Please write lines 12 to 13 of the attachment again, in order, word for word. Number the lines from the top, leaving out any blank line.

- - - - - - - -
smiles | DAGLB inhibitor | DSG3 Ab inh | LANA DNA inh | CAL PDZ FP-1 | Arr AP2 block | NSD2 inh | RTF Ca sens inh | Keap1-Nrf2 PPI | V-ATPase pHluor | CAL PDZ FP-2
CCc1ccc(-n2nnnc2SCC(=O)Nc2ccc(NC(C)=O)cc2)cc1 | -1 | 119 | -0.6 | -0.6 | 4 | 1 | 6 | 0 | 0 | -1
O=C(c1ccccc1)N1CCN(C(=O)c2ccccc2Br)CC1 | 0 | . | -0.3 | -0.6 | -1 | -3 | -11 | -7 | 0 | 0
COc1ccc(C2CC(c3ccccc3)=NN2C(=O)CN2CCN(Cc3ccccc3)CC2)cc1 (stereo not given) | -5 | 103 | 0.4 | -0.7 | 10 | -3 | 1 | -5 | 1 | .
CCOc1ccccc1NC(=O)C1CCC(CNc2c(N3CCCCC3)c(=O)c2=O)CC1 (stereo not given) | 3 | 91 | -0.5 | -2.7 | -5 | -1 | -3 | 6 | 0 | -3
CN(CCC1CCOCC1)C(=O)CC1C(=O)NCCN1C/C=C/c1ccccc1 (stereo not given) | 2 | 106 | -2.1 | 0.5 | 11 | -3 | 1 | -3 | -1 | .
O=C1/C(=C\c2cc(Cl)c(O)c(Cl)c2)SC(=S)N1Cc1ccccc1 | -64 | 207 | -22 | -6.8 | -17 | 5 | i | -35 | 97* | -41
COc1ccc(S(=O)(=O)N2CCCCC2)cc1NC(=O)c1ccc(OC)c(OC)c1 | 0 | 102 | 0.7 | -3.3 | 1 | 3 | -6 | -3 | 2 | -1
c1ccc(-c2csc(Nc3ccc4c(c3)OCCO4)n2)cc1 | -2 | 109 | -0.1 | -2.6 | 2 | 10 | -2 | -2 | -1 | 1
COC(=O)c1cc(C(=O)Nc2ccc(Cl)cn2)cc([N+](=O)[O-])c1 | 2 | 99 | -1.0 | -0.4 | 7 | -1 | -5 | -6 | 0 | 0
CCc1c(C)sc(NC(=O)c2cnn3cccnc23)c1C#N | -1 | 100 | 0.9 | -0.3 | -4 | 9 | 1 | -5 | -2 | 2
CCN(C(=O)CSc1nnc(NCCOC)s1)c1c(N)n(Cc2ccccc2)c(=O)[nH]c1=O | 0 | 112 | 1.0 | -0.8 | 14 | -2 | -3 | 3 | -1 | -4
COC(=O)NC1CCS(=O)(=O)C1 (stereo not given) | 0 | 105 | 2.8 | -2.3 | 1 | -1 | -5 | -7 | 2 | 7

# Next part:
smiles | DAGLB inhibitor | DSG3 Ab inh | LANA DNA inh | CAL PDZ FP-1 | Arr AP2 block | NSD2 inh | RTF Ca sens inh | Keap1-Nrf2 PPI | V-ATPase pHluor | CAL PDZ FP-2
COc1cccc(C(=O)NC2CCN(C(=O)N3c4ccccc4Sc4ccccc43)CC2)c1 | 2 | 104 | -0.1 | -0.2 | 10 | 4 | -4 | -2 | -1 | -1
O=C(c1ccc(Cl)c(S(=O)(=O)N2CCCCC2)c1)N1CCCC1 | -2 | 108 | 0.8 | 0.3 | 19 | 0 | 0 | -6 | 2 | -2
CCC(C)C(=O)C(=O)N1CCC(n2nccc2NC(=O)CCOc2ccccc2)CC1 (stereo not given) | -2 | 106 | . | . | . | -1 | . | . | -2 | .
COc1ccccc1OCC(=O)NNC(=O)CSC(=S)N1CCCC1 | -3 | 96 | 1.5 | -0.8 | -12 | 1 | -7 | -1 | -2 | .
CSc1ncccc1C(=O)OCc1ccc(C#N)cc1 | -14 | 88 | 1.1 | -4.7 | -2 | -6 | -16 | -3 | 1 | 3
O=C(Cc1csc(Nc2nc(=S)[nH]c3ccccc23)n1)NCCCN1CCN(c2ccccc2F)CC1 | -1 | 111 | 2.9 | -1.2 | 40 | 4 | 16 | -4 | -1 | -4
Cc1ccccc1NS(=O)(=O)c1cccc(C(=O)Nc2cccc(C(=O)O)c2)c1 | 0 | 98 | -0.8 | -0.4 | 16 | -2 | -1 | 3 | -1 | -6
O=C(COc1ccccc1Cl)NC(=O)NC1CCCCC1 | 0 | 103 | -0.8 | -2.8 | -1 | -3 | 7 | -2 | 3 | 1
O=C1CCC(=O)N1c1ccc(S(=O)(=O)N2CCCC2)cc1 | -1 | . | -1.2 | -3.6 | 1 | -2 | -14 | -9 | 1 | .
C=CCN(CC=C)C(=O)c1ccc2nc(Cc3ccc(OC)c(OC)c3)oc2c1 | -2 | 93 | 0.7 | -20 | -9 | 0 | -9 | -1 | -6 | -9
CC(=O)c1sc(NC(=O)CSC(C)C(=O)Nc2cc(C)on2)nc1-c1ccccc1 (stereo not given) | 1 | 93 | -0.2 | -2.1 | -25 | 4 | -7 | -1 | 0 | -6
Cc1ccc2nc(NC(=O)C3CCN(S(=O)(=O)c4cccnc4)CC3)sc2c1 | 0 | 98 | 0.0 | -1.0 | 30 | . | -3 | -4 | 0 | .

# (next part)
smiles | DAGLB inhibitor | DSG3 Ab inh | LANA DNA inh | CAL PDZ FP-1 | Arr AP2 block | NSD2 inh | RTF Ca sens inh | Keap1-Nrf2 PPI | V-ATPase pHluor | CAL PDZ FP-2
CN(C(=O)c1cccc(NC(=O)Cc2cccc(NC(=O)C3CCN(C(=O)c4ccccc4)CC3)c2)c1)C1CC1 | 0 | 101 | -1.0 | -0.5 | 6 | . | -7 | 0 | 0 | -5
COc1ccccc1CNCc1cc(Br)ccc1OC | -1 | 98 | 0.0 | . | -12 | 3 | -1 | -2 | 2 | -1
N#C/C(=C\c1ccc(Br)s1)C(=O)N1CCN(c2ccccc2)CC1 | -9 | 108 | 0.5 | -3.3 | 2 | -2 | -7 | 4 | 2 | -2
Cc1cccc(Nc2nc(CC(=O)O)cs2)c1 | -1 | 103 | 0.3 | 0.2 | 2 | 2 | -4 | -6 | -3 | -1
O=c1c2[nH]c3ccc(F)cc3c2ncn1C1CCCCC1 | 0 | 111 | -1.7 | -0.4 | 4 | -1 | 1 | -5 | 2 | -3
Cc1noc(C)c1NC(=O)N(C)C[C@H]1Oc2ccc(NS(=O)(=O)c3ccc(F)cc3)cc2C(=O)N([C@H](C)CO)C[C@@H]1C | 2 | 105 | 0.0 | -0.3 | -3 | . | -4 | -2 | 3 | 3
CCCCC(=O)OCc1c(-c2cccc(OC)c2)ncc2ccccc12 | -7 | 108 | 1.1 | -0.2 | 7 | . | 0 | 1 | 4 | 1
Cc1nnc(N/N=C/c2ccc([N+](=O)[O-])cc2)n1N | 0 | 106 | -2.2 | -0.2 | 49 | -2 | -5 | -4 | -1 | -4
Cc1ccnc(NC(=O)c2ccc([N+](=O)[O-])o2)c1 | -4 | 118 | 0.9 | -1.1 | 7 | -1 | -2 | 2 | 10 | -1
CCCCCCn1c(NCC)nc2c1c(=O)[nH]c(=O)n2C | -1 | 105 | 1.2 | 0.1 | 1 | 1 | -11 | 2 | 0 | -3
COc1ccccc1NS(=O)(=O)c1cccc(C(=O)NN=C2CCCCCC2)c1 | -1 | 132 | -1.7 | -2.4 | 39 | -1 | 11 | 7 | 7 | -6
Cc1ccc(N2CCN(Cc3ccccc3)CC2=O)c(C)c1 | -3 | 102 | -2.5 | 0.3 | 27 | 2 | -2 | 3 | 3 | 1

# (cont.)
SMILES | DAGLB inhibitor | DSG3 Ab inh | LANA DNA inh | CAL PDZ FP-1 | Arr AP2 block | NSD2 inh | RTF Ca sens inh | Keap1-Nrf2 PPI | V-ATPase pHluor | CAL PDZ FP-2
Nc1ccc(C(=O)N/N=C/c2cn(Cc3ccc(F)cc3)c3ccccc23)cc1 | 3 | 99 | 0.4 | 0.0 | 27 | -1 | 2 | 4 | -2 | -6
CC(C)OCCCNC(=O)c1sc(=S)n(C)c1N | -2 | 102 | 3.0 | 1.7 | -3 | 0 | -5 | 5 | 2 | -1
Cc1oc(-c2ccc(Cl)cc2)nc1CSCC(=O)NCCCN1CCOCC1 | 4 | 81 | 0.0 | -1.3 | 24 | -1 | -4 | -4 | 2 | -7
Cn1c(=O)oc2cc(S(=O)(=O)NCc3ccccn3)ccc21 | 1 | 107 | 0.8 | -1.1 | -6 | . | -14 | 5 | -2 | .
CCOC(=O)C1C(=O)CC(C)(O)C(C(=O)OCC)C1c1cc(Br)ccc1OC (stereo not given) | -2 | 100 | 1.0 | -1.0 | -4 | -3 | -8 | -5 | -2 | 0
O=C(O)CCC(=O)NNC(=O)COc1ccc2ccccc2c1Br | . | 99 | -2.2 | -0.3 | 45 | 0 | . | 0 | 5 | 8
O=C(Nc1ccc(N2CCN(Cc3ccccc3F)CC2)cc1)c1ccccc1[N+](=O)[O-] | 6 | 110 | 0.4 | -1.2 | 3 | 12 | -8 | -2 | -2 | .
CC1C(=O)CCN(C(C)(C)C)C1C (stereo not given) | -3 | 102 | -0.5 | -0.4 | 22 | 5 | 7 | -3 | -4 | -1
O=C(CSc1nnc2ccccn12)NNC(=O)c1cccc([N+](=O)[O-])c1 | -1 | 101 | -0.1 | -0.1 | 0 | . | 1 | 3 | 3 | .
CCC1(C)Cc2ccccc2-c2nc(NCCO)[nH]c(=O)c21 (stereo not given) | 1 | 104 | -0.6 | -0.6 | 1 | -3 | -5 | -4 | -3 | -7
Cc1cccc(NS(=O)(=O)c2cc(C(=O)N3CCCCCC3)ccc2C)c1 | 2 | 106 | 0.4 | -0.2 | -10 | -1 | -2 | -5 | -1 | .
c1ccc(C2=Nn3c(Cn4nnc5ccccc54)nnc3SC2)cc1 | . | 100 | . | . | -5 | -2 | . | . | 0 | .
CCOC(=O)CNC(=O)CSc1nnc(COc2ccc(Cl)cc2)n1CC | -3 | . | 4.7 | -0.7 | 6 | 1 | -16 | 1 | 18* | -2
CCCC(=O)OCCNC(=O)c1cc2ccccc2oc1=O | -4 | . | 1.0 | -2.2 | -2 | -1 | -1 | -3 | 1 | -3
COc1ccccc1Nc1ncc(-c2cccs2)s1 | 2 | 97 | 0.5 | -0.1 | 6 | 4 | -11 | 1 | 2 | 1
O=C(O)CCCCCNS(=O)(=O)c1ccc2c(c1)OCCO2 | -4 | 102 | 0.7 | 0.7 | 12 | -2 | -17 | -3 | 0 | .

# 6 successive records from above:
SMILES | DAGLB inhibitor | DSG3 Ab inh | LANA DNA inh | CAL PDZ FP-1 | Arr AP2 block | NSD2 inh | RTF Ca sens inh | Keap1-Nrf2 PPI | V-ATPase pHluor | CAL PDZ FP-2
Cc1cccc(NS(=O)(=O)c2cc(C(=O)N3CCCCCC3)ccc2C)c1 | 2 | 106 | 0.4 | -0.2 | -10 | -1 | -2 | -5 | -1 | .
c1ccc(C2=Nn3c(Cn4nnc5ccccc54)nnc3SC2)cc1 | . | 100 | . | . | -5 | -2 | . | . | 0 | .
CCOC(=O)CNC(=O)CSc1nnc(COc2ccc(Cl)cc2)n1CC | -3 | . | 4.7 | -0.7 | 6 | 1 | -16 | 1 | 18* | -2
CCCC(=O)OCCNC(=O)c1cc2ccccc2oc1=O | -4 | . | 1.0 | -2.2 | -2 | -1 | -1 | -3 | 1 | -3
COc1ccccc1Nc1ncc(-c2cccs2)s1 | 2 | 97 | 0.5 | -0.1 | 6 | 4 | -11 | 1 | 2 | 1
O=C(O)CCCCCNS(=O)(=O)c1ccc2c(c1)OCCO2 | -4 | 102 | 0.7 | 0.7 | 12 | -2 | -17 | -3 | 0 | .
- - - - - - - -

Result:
CCN(C(=O)CSc1nnc(NCCOC)s1)c1c(N)n(Cc2ccccc2)c(=O)[nH]c1=O | 0 | 112 | 1.0 | -0.8 | 14 | -2 | -3 | 3 | -1 | -4
COC(=O)NC1CCS(=O)(=O)C1 (stereo not given) | 0 | 105 | 2.8 | -2.3 | 1 | -1 | -5 | -7 | 2 | 7